POOL’S ELITE STARE DOWN STERN TESTS
Darren Appleton, Mika Immonen and Thorsten Hohmann get taken to the limit before advancing to the Final 64 of the 2014 World 9-ball Championship in Doha.
By Ted Lerner
WPA Press Officer
Photos Courtesy of Richard Walker
(Doha, Qatar)–For Darren Appleton, the plan today was simple. Quietly take care of business against Taiwan teenager Lin Cheng Chieh in their race to 9 match, and ensure a spot in the Final 64 knockout stage of the 2014 World 9-ball Championship, which begins here in Doha on Wednesday morning. That’s the money rounds, where guys of Appleton’s world class level make it all happen, where his run to a second World 9-ball championship would begin. The group stage? Well, that’s nothing more than a potential morass, a necessary evil where you try to get out of with your two wins as quickly as possible.
But right from the very beginning today nothing went Appleton’s way. The mop-top teen couldn’t miss and the Englishman quickly found himself down 7-1, a near impossible gap to overcome in an alternate break match. As he watched his plan fall apart, Appleton dejectedly knew he would have to come back tomorrow for another group stage match, one that could potentially dash all his high hopes for greatness this year.
But then slowly and surely, the 2012 World 9-ball champion clawed his way back. He soon narrowed the gap to two, then tied it at 7, as Lin wilted under serious heat from one of the world’s top pool players. Eventually the match went to the cliff with Appleton outfoxing the lad at the wire, 9-8.
Instead of the dreaded Judgement Day match in the group stage tomorrow, Appleton had made it through to the Final 64. As he packed up his cue, the change in his demeanor was priceless. 40 minutes earlier he cut a lonely, depressed figure in his chair. Now he was jacked to the gills, as if he’d been struck by an energizing bolt of lightning.
“The first part of the match he played unbelievable, perfect pool,” Appleton said. “I’m already thinking about how I’m going to go practice my break later for tomorrow’s match because I’m sure I’m going to lose this one. But when I got it back to 7-5 I just started grinding it out. The last rack was serious pressure and my arm was shaking. Now I’m in the last 64, I’m in the money rounds. This is when it all starts. This makes me a dangerous player now because winning this match in the way I did is a big confidence boost.”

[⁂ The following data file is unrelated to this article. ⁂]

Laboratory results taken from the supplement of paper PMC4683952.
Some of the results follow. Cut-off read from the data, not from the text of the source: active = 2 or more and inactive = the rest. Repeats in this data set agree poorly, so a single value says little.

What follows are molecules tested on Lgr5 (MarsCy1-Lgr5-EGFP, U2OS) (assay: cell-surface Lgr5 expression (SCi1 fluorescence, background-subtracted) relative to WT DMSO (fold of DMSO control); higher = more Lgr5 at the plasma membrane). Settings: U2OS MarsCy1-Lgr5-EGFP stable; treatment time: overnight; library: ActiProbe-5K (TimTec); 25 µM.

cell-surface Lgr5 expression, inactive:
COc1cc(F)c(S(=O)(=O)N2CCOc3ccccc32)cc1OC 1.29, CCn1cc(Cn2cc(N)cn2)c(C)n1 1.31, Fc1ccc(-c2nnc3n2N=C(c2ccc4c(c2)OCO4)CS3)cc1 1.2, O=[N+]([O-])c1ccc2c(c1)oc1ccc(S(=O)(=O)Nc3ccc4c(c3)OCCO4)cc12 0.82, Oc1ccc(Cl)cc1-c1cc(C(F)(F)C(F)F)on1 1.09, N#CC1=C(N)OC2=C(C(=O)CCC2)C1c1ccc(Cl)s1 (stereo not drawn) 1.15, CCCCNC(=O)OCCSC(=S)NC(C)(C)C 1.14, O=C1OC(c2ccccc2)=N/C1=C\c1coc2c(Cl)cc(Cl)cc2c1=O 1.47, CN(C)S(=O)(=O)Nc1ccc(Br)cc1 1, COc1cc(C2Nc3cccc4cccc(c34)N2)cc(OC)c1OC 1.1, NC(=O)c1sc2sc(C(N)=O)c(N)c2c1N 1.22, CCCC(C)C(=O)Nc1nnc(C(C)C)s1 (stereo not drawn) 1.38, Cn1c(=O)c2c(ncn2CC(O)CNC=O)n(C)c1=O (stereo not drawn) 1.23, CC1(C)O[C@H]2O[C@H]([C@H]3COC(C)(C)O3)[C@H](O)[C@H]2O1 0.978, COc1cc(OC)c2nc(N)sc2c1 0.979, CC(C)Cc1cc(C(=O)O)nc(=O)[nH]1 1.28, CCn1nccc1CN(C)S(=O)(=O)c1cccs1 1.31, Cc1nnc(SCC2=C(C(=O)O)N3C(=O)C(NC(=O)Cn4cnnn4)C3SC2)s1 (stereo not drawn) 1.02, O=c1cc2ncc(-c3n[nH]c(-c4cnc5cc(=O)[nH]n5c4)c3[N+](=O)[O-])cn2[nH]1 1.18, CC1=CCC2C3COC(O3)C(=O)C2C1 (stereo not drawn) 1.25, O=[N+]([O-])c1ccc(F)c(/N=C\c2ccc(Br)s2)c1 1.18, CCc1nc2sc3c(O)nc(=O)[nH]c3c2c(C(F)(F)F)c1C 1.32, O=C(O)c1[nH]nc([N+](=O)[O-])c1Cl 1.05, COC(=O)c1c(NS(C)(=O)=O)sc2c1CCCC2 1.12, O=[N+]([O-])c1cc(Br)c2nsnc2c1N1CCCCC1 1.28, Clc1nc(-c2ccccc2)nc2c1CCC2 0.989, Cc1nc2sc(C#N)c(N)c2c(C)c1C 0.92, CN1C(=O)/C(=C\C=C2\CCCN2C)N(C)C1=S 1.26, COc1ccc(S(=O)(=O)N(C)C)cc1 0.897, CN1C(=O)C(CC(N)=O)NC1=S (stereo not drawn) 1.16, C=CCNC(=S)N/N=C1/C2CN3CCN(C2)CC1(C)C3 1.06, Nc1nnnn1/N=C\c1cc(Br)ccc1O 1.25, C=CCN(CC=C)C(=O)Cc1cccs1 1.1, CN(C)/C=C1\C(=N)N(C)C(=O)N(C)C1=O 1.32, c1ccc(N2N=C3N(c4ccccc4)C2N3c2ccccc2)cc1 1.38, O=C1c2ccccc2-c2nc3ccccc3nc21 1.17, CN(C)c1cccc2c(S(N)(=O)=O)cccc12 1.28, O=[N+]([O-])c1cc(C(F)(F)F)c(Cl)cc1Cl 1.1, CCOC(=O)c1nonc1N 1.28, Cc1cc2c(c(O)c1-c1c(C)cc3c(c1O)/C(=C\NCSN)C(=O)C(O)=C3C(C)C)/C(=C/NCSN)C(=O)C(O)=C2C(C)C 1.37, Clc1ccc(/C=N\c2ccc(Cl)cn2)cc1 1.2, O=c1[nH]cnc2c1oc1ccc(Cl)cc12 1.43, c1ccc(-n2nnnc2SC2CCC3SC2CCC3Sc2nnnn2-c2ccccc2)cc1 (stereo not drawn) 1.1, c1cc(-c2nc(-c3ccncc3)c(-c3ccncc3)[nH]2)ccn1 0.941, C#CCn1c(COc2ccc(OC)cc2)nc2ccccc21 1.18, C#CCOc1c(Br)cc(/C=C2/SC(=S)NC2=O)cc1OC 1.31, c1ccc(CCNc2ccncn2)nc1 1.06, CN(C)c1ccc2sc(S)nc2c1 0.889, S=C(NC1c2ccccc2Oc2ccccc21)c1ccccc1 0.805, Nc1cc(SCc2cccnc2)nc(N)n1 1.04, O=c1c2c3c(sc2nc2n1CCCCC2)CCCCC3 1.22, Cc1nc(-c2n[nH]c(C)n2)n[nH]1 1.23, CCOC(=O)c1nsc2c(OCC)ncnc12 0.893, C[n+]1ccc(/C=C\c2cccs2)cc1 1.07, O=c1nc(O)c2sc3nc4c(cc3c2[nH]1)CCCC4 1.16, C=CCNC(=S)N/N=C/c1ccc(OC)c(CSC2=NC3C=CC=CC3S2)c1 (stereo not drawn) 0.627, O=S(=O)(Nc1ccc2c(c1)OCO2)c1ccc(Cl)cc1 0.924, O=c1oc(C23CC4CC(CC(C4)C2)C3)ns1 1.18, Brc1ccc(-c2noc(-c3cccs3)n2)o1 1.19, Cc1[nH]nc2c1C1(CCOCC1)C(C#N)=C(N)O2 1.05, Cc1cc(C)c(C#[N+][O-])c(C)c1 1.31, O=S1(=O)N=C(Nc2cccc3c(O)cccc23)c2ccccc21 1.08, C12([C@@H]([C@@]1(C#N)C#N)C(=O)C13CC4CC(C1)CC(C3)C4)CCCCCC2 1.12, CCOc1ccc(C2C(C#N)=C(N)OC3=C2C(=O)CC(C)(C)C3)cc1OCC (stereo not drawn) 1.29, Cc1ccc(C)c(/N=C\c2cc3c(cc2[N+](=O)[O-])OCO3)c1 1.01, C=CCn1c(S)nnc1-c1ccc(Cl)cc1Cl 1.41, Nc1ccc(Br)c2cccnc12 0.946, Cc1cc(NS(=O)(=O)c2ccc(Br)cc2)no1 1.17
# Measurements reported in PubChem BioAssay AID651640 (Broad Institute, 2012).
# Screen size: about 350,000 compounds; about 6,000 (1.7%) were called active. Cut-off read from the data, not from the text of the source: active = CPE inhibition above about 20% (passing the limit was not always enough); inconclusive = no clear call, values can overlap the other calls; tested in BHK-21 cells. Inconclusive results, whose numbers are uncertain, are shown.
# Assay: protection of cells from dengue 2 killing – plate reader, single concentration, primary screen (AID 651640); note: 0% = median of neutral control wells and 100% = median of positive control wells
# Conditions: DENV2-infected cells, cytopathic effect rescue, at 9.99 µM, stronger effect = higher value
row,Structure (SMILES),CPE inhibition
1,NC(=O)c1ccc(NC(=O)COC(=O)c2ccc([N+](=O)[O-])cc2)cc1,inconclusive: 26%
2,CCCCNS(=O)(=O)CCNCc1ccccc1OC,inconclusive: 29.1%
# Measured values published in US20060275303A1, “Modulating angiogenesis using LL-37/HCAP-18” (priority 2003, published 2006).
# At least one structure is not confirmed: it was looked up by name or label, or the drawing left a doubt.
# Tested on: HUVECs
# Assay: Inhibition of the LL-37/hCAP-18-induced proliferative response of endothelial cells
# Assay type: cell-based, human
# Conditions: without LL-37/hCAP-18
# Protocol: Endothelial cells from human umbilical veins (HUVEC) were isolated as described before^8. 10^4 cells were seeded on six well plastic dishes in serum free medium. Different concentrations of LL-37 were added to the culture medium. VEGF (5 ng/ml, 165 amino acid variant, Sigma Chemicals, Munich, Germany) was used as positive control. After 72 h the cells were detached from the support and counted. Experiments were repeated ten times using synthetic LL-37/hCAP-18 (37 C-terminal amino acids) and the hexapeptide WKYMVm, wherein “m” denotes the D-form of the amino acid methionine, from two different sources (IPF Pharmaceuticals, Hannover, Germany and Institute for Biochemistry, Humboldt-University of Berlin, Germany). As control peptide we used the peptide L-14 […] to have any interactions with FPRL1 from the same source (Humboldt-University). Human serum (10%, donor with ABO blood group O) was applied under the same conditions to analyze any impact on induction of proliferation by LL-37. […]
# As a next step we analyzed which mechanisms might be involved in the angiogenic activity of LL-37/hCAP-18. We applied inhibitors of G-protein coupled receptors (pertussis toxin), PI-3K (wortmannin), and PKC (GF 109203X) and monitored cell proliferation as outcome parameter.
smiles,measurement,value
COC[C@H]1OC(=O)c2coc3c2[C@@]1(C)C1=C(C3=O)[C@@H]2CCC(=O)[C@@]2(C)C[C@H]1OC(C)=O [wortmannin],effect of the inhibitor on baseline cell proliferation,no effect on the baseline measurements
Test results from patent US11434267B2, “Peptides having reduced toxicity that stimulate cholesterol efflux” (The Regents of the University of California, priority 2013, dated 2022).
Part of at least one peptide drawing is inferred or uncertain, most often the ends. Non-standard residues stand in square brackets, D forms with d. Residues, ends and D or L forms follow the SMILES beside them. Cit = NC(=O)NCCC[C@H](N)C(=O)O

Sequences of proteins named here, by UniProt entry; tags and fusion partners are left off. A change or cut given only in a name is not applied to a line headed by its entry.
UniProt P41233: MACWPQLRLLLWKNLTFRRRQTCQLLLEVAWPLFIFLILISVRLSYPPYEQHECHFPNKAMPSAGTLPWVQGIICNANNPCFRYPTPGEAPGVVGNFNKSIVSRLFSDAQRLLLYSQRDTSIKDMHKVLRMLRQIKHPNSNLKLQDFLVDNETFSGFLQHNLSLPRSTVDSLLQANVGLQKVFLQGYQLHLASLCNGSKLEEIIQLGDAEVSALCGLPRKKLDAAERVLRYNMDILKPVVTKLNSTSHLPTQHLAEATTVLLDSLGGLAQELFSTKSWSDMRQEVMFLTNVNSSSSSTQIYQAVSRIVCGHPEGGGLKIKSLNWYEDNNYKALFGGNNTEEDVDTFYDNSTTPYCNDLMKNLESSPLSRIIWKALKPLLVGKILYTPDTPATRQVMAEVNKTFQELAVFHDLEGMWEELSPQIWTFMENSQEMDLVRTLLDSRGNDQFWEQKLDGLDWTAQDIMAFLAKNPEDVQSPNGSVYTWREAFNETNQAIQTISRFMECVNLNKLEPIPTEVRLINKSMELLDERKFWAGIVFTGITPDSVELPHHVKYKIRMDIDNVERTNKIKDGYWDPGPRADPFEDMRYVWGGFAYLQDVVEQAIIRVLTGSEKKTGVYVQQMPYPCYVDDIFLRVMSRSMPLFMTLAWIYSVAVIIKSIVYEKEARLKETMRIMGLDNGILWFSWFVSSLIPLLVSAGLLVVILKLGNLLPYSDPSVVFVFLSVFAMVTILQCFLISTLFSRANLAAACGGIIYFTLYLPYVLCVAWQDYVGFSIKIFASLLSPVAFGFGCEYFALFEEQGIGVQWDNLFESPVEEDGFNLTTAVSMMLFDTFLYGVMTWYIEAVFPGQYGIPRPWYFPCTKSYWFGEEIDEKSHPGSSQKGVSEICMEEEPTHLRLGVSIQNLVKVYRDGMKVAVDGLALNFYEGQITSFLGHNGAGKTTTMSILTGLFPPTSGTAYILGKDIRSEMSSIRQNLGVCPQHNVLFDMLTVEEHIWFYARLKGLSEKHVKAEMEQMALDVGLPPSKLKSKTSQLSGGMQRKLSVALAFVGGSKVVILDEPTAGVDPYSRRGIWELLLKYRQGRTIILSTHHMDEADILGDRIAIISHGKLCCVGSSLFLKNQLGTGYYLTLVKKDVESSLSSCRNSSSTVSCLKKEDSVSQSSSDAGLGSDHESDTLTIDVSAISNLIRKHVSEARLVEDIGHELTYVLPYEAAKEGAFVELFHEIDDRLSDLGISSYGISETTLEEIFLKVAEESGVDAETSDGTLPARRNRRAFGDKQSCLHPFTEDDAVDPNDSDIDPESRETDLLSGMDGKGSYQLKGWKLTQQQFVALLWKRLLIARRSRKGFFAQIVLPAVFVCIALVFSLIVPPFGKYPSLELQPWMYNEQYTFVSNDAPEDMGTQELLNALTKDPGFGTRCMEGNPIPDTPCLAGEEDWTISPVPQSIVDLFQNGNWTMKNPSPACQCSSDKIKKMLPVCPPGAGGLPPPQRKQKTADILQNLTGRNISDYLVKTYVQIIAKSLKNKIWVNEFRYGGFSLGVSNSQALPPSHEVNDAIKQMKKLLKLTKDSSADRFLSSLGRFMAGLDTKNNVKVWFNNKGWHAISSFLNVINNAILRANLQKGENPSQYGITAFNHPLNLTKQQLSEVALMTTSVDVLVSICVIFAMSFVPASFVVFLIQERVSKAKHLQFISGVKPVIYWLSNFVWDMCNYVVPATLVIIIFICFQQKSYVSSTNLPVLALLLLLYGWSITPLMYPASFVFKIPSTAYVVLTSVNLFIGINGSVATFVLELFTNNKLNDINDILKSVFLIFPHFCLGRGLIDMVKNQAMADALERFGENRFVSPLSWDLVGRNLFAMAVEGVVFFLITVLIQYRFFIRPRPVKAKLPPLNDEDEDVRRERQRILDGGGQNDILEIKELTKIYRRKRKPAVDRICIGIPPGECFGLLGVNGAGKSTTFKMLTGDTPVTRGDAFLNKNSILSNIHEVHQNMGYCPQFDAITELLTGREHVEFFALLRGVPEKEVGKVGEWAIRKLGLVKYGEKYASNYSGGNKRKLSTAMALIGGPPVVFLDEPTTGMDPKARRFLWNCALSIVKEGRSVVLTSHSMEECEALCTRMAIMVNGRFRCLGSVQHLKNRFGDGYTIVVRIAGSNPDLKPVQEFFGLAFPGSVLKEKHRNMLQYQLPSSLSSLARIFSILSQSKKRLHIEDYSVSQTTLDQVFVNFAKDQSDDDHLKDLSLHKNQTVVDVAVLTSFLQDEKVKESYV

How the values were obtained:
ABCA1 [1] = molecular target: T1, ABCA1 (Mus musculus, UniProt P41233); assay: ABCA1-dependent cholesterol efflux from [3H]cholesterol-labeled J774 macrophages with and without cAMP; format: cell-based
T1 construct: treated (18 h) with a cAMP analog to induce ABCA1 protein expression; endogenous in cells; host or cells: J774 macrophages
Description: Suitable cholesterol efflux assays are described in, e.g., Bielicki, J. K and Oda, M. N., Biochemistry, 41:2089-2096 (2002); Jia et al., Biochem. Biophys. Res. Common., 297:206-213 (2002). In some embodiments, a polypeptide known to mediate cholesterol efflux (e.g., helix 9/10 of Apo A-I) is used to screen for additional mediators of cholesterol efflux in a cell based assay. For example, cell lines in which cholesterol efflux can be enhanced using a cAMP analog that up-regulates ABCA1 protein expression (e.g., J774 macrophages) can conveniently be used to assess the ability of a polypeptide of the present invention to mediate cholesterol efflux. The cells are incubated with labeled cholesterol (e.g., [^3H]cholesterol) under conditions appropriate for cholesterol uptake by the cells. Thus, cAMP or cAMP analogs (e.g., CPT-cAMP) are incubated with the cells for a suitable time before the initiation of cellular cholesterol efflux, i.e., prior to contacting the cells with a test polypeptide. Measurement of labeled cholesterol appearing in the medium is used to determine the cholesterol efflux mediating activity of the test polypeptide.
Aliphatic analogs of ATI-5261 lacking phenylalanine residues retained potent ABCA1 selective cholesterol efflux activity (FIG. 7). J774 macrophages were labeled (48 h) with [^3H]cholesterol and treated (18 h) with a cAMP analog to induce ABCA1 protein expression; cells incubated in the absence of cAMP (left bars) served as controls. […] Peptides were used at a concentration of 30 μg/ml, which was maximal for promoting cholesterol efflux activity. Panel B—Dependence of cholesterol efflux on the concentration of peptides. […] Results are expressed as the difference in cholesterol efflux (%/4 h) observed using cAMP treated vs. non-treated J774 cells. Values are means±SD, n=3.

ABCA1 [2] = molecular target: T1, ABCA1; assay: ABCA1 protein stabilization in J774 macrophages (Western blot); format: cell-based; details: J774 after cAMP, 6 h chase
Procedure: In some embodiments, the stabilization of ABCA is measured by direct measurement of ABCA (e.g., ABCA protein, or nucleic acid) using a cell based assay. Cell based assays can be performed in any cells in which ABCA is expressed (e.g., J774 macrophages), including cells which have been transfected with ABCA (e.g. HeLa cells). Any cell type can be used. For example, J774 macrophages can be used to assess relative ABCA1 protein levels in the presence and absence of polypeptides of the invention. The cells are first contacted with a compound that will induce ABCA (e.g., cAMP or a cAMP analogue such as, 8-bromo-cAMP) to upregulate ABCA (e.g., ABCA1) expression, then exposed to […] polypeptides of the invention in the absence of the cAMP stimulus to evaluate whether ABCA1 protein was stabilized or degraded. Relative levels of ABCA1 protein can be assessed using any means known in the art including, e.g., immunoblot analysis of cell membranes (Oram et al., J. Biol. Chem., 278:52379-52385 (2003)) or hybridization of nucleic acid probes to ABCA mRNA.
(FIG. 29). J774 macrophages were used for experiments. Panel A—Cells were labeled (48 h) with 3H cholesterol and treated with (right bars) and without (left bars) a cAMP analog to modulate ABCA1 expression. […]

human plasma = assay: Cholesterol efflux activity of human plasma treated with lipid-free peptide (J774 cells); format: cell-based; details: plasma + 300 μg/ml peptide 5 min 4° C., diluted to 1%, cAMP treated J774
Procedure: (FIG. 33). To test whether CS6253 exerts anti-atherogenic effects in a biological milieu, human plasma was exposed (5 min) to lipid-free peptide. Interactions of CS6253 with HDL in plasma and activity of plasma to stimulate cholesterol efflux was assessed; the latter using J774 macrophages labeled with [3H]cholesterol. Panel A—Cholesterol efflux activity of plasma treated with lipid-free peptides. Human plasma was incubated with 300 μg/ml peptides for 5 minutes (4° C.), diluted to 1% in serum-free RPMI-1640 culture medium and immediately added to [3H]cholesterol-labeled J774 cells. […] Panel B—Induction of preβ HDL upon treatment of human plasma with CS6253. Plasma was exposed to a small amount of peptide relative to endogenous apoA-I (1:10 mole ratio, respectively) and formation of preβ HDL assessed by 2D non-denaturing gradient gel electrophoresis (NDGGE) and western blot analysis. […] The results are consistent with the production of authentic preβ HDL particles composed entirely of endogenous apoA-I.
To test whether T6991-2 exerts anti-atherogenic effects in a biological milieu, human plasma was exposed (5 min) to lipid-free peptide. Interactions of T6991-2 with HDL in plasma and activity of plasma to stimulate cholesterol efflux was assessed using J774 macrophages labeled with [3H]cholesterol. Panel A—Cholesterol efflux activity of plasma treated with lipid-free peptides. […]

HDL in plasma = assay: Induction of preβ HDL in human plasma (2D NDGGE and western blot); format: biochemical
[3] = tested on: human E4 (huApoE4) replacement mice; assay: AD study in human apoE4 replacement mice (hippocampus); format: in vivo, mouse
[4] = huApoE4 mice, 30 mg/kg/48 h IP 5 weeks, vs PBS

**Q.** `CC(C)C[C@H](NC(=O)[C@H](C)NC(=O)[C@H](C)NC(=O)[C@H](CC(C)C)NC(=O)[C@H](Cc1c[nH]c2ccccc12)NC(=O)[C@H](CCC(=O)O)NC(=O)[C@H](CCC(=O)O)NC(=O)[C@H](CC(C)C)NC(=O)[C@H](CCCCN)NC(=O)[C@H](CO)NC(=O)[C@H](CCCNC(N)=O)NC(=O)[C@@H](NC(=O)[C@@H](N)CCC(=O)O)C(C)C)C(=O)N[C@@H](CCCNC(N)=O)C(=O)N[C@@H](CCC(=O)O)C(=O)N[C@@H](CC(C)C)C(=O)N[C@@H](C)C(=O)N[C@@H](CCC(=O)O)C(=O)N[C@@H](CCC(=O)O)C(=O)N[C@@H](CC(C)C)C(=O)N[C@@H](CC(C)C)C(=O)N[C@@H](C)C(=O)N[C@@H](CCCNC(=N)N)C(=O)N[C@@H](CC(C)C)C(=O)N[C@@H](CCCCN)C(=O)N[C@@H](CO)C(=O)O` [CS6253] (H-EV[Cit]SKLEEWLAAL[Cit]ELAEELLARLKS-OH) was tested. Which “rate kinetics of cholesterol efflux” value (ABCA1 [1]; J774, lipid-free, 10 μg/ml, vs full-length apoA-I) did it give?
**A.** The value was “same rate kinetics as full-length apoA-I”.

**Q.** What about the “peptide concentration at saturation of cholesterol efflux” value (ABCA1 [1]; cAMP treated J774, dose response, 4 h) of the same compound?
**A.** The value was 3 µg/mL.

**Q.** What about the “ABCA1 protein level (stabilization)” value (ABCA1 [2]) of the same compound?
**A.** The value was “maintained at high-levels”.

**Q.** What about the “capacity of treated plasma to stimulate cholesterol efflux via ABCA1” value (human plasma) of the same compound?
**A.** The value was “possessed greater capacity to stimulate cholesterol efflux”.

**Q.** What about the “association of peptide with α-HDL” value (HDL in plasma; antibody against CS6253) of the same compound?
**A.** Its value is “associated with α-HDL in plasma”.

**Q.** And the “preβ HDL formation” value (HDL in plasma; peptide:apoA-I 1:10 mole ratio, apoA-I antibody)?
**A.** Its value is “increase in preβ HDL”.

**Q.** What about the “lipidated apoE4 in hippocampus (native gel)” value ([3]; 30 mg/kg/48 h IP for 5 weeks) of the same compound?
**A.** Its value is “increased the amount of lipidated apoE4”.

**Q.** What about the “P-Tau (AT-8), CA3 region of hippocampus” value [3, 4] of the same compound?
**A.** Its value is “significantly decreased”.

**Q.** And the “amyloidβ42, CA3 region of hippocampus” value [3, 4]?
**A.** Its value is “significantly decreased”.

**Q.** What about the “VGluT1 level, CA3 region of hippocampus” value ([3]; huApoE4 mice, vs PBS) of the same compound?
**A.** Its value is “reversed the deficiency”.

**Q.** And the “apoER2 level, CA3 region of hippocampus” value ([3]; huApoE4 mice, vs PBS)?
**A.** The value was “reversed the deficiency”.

When Appleton says he’s got a serious confidence boost, the rest of the field better pay attention. But then, of course, the 31 other players who also qualified for the Final 64 today also all had that certain pep in their step as well, as they gleefully made their way out into the Doha heat. That’s because from here the path to greatness and glory is crystal clear; six wins to a world title. Catch a good gear, you become a legend.
There is, however, something about being tested early that energizes pool players in world championships. Defending champion Thorsten Hohmann slugged it out with Japan’s Tanaka Masaaki but closed the thriller with a break and run to advance 9-8.
Said the German: “I played good. He played good. It’s nice to have a match like that to go through to the Final 64. It gives you confidence. I played better in that match than my first match. I’m comfortable on the tables. I’m playing good.”
Yet another world champion, Mika Immonen, had a similar experience today. Down 7-3 to Korea’s Seung Woo Ryu, Immonen stayed focused and stormed back to win. After the match the Finn was brimming with confidence that he clearly can’t wait to try out when the Final 64 kicks off Wednesday.
“I had to dig pretty deep to win this one,” Immonen said. “When I finally tied it up at 7 that put all the pressure on him. But I kept thinking positive thoughts. It feels awesome. I didn’t want to play another match in the group stage tomorrow.”
Immonen revealed there’s a method to the madness of being tested sternly early in a big tournament and coming out the better for it.
“If I win the battle with myself I can win this tournament and that’s what I did today. It’s better that I had a tough match like this where I made a really good comeback. When I was in my prime in 2008 and 2009 when I won all those majors, I was being tested all the time. So it’s better to have a match like this. It helps put you in the groove and that’s where I want to be.”
A quick glance at today’s results from the all-winners side matches reveals that fans are clearly going to be in for a special few days of championship 9-ball as some of pool’s finest talents, both veteran and up and comers, found their groove and made it through to the Final 64.
The Philippines Dennis Orcollo, coming off one of those confidence boosting comebacks two days ago, played solid in fighting off Taiwan’s young Ko Ping Chung, 9-5. The USA’s Shane Van Boening continued to quietly perform as he defeated Italy’s Daniele Corrieri by the same score. Dutchmen Niels Feijen and Nick Van Den Berg both advanced with solid wins. Hall of Famer Ralf Souquet won handily, as did Taiwan veteran Fu Che Wei, and last year’s runner up, Antonio Gabica of the Philippines.